Policing Minister Nick Herbert laid out a cogent defence of elected police and crime commissioners in today’s Telegraph. He writes:
“Over the years, the police have become estranged from the municipalities from which they sprang and increasingly look to the Home Office. But they are a monopoly service and officers must be accountable for their actions and performance. Far better, surely, that they should answer to local communities than to box-ticking officials in Whitehall.”
Now, I quite like this argument. Yes, it would be great for police to be responsive to local communities, engaged in local life and freed from bureaucratic excesses. But there’s something wrong here. While Herbert correctly diagnoses the problems in policing, in my view, it really isn’t clear that the proposed model of directly elected police and crime commissioners is the solution to these problems.
First, if he wants localism, why has Herbert decided that police commissioners should represent the 43 rather large English and Welsh police force areas rather than local authority areas, or at least city-regions that local residents can identify with? Do you know anyone from Shropshire who would say ‘I’m from West Mercia’? And can you really tell me that the priorities of residents of Norwich will be the same as those of the surrounding rural areas of Norfolk?
Second, if he wants to ensure that police are not ‘estranged from the municipalities from which they sprang’, why has Herbert decided to create a structure that parallels the political structures of local government, rather than being integrated within them? Currently, local councilors use their democratic mandate to ensure that police activity is aligned with local priorities. And we should note that it is locally elected councilors sitting on police authorities who, along with some lay members (magistrates and experts), currently hold chief constables to account. Is it really feasible to say that a new source of democratic accountability will improve integration and co-ordination with local authorities?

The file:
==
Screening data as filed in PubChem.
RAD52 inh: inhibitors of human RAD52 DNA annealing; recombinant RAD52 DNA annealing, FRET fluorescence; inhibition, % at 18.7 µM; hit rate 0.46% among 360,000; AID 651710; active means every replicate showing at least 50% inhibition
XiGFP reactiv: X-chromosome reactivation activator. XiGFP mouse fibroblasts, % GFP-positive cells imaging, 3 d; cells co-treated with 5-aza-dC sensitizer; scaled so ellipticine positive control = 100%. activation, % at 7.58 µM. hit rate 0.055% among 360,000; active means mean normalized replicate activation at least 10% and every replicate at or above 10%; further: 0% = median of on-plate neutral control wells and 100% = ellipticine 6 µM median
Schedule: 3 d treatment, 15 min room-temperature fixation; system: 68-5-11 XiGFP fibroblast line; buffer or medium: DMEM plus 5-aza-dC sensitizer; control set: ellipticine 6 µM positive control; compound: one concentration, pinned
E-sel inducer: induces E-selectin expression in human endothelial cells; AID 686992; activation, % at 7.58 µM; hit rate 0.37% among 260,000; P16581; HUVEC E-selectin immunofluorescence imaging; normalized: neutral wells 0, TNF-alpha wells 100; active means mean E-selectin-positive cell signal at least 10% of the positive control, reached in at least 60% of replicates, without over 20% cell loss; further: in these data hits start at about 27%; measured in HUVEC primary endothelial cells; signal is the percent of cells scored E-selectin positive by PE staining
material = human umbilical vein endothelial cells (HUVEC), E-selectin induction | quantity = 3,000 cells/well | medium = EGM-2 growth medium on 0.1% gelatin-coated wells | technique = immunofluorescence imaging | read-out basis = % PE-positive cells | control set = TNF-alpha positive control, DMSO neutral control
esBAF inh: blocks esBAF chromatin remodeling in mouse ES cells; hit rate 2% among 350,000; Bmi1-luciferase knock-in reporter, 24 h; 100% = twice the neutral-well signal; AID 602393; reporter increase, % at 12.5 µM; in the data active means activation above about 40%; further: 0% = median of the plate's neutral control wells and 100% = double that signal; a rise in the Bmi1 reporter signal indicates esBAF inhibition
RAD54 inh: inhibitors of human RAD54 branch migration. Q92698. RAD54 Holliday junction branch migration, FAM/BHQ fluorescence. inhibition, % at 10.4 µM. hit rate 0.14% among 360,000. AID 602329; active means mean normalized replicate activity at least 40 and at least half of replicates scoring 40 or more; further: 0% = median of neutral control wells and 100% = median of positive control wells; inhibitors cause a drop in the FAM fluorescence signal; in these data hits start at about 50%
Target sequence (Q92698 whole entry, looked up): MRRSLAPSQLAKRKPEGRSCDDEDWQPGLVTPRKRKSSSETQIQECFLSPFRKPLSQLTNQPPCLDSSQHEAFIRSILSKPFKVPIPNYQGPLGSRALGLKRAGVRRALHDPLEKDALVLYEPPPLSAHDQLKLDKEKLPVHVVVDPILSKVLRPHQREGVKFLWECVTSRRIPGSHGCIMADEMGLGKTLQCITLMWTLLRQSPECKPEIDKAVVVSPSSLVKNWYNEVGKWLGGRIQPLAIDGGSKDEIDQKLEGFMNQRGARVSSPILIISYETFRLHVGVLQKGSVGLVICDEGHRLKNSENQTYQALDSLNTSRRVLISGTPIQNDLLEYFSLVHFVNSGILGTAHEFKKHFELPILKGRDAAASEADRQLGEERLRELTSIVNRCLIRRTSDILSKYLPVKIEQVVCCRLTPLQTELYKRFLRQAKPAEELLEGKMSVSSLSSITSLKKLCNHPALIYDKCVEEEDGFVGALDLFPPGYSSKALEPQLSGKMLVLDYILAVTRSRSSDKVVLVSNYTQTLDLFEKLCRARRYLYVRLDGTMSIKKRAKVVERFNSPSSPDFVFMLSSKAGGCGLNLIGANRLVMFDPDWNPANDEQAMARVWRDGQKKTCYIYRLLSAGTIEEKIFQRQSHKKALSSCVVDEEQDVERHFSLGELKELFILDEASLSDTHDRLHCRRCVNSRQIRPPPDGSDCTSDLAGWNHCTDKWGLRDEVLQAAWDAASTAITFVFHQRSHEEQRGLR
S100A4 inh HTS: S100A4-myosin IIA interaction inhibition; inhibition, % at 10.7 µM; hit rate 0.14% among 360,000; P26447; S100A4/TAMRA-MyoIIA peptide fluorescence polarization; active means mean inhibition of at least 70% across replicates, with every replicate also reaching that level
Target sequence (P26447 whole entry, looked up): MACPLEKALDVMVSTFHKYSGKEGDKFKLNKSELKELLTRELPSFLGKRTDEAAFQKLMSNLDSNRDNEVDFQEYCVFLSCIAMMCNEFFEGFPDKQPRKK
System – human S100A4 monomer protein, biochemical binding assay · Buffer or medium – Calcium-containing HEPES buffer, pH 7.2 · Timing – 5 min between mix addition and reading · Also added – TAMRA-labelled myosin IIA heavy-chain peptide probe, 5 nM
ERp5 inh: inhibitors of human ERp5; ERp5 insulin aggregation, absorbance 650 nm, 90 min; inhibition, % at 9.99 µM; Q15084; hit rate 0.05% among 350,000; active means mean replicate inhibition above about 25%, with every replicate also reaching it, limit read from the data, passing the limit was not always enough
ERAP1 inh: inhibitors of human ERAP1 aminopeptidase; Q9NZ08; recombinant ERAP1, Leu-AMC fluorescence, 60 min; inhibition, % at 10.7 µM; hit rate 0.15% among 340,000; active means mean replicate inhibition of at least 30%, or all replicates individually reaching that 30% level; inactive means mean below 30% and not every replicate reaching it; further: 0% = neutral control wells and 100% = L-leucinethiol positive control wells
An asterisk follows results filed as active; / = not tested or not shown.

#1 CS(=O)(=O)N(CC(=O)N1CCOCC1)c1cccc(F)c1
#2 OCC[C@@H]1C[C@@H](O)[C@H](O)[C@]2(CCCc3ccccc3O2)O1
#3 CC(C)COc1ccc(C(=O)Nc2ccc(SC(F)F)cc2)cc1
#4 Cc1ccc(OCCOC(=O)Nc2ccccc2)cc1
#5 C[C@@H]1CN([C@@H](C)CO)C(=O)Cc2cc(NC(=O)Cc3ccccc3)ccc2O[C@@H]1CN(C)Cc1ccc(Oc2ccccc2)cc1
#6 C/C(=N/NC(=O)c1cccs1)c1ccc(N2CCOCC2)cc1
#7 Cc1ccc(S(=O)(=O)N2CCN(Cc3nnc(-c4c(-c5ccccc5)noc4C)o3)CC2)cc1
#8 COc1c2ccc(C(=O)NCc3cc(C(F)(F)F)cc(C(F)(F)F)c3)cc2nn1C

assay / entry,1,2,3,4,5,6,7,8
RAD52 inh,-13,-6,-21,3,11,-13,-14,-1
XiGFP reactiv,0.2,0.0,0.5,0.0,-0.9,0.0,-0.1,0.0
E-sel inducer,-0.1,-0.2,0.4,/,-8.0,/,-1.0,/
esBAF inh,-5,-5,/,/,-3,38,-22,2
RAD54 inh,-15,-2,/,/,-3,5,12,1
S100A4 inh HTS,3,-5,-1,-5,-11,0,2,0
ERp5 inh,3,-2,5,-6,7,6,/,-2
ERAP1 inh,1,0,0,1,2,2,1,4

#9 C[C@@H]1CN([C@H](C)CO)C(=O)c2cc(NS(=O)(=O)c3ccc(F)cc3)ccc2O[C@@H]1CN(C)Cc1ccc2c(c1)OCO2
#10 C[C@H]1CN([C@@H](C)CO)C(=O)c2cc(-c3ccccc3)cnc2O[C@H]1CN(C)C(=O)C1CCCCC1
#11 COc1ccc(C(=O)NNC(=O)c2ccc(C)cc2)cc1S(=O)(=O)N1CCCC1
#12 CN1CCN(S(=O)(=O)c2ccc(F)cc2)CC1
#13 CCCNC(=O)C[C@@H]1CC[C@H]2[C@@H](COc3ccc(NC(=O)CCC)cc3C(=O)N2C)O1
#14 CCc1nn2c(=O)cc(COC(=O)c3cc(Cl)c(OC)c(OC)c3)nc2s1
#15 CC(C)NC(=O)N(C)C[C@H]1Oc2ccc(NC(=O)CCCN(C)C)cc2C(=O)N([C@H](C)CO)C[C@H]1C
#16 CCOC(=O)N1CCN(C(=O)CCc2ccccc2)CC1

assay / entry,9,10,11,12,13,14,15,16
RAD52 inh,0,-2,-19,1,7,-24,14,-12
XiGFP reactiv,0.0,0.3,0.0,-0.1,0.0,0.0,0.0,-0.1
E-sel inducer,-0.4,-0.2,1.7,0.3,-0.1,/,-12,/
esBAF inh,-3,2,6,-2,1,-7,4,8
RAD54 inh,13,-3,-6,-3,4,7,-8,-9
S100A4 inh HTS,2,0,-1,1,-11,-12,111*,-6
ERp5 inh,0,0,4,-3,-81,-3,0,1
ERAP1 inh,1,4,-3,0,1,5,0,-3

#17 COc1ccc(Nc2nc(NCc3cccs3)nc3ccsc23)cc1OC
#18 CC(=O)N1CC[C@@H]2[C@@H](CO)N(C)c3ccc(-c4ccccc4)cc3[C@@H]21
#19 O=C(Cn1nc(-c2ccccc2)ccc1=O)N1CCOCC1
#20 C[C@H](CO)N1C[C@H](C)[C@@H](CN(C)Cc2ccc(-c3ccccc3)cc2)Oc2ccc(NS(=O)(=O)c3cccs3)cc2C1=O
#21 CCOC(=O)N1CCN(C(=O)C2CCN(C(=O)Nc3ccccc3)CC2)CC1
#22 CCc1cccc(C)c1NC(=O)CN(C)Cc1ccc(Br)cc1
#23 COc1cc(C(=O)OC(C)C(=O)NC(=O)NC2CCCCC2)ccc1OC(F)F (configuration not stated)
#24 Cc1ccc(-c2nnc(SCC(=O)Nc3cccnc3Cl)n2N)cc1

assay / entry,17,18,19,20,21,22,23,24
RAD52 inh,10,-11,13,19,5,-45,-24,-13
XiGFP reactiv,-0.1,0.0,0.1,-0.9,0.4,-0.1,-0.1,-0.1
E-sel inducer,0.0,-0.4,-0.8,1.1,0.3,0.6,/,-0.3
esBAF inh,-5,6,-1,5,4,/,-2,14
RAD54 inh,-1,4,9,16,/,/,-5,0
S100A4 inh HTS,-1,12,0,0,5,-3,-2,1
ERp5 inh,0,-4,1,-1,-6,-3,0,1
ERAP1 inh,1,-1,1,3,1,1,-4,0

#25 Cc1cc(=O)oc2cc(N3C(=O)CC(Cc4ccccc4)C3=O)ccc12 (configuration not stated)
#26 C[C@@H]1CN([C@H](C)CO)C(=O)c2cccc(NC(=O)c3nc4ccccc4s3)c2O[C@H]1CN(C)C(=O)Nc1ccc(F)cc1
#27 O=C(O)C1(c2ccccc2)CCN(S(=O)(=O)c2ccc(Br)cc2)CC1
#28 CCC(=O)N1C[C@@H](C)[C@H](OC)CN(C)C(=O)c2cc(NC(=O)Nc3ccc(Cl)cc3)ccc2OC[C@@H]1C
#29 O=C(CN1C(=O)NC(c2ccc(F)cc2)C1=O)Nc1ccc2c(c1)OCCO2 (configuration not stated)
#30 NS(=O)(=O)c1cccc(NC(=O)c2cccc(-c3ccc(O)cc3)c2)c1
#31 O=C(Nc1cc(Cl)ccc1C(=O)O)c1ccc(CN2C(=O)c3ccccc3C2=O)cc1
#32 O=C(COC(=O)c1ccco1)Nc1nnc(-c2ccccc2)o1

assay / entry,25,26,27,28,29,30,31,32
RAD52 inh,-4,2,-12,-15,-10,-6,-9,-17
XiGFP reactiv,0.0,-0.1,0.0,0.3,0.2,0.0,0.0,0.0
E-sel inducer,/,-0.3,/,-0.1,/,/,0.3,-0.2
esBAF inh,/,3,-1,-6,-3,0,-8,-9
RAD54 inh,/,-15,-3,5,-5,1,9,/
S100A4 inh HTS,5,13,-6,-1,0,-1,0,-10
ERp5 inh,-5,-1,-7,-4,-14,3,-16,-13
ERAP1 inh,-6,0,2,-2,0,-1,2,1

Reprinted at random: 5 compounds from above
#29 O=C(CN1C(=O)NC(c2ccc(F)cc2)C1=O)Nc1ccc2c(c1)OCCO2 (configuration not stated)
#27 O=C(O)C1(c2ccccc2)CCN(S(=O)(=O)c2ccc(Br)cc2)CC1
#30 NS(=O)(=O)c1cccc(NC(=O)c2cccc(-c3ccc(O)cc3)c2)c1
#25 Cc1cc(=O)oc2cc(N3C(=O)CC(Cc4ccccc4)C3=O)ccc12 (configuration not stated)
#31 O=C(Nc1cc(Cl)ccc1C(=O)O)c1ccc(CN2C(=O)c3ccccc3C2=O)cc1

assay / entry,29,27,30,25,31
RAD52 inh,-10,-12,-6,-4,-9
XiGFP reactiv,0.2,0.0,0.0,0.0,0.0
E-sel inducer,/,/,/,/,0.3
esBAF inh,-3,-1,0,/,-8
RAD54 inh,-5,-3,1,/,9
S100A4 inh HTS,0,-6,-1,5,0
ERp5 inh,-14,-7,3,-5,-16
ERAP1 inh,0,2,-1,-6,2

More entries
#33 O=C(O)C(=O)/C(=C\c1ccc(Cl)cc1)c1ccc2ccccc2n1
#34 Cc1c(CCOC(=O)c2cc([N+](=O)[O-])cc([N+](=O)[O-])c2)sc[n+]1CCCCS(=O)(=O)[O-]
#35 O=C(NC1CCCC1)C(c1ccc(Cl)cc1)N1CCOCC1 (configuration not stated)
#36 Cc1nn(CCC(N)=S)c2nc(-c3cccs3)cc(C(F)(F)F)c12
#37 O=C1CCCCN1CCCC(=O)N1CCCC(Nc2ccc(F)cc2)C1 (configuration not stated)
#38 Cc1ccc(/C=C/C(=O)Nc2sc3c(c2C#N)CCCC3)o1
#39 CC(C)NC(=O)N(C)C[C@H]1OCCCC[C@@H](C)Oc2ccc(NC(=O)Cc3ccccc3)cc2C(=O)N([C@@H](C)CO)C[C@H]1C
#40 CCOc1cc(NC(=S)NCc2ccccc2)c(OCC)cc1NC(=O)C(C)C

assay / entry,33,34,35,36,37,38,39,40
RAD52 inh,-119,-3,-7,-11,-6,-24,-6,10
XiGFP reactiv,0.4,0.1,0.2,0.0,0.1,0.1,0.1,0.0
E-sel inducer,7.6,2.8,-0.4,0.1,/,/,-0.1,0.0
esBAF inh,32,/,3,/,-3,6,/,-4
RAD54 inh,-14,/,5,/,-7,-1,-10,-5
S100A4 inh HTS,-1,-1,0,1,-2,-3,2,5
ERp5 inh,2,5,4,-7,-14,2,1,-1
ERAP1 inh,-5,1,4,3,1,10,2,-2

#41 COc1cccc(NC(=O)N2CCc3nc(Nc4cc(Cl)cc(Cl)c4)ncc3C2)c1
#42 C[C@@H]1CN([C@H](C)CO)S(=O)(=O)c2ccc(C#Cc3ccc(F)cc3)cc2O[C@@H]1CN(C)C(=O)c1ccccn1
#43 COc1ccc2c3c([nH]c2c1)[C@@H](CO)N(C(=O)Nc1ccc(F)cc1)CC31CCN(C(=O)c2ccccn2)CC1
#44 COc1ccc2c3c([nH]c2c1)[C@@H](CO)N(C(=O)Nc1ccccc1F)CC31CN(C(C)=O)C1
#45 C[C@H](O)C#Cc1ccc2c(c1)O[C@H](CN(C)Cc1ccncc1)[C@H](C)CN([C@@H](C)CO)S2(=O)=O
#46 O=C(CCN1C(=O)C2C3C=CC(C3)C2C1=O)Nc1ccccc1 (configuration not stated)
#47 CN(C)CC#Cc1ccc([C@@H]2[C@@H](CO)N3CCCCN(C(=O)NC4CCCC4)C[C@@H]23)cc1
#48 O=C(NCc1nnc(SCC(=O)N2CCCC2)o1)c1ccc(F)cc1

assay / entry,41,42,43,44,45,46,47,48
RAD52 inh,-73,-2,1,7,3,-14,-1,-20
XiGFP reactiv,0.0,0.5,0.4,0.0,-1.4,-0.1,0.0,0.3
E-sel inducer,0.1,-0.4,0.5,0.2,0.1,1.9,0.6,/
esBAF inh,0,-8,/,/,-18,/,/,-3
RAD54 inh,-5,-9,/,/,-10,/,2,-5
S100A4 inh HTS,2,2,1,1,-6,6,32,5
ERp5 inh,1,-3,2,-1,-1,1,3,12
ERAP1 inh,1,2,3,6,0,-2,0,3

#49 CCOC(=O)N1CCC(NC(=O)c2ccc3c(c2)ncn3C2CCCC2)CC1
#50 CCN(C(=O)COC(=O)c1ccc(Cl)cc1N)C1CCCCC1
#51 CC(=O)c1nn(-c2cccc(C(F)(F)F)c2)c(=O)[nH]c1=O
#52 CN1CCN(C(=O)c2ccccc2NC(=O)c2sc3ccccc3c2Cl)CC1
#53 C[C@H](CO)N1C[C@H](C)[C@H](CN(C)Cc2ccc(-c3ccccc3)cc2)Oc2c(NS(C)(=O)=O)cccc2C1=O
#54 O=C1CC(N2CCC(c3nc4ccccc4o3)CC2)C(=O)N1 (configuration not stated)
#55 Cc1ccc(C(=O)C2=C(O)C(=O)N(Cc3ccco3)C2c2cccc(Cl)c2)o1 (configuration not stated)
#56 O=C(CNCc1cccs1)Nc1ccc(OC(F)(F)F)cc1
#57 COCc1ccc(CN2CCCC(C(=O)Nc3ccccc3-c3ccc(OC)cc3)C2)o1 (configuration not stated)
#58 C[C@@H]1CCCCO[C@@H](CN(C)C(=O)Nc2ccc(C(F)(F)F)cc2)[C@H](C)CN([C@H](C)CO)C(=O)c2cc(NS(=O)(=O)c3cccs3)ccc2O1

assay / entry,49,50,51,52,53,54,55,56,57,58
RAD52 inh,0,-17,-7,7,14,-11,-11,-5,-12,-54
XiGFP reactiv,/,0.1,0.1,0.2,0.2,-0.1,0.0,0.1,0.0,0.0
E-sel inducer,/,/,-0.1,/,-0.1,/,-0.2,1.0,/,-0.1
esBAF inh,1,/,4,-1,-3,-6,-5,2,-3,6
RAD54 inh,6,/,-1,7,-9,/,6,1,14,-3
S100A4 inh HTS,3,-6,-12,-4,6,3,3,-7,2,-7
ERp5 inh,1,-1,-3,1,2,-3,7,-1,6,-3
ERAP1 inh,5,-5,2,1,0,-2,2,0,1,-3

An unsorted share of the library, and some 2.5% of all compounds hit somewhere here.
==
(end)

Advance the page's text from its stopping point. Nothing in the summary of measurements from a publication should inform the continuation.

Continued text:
Third, bureaucracy, as Herbert himself recognises, is not a problem that is automatically solved by police commissioners.
What’s more, the Coalition’s attempt to characterise opponents of directly elected police commissioners as anti-democratic are clever, but unfair. Herbert writes: “The same disreputable arguments – that you can’t rely on people to make the right decisions – were advanced against votes for women” – the implication being, of course, that the opponents to police accountability reform are anti-progress. But wait again. This debate is not about whether or not there should be democratic influence over policing, it is a question of how that influence should be managed. I agree with Herbert that the current system of police authorities might not be the answer and I doubt police and crime commissioners will be disastrous but I’d argue that there are much better ways of enhancing democratic influence.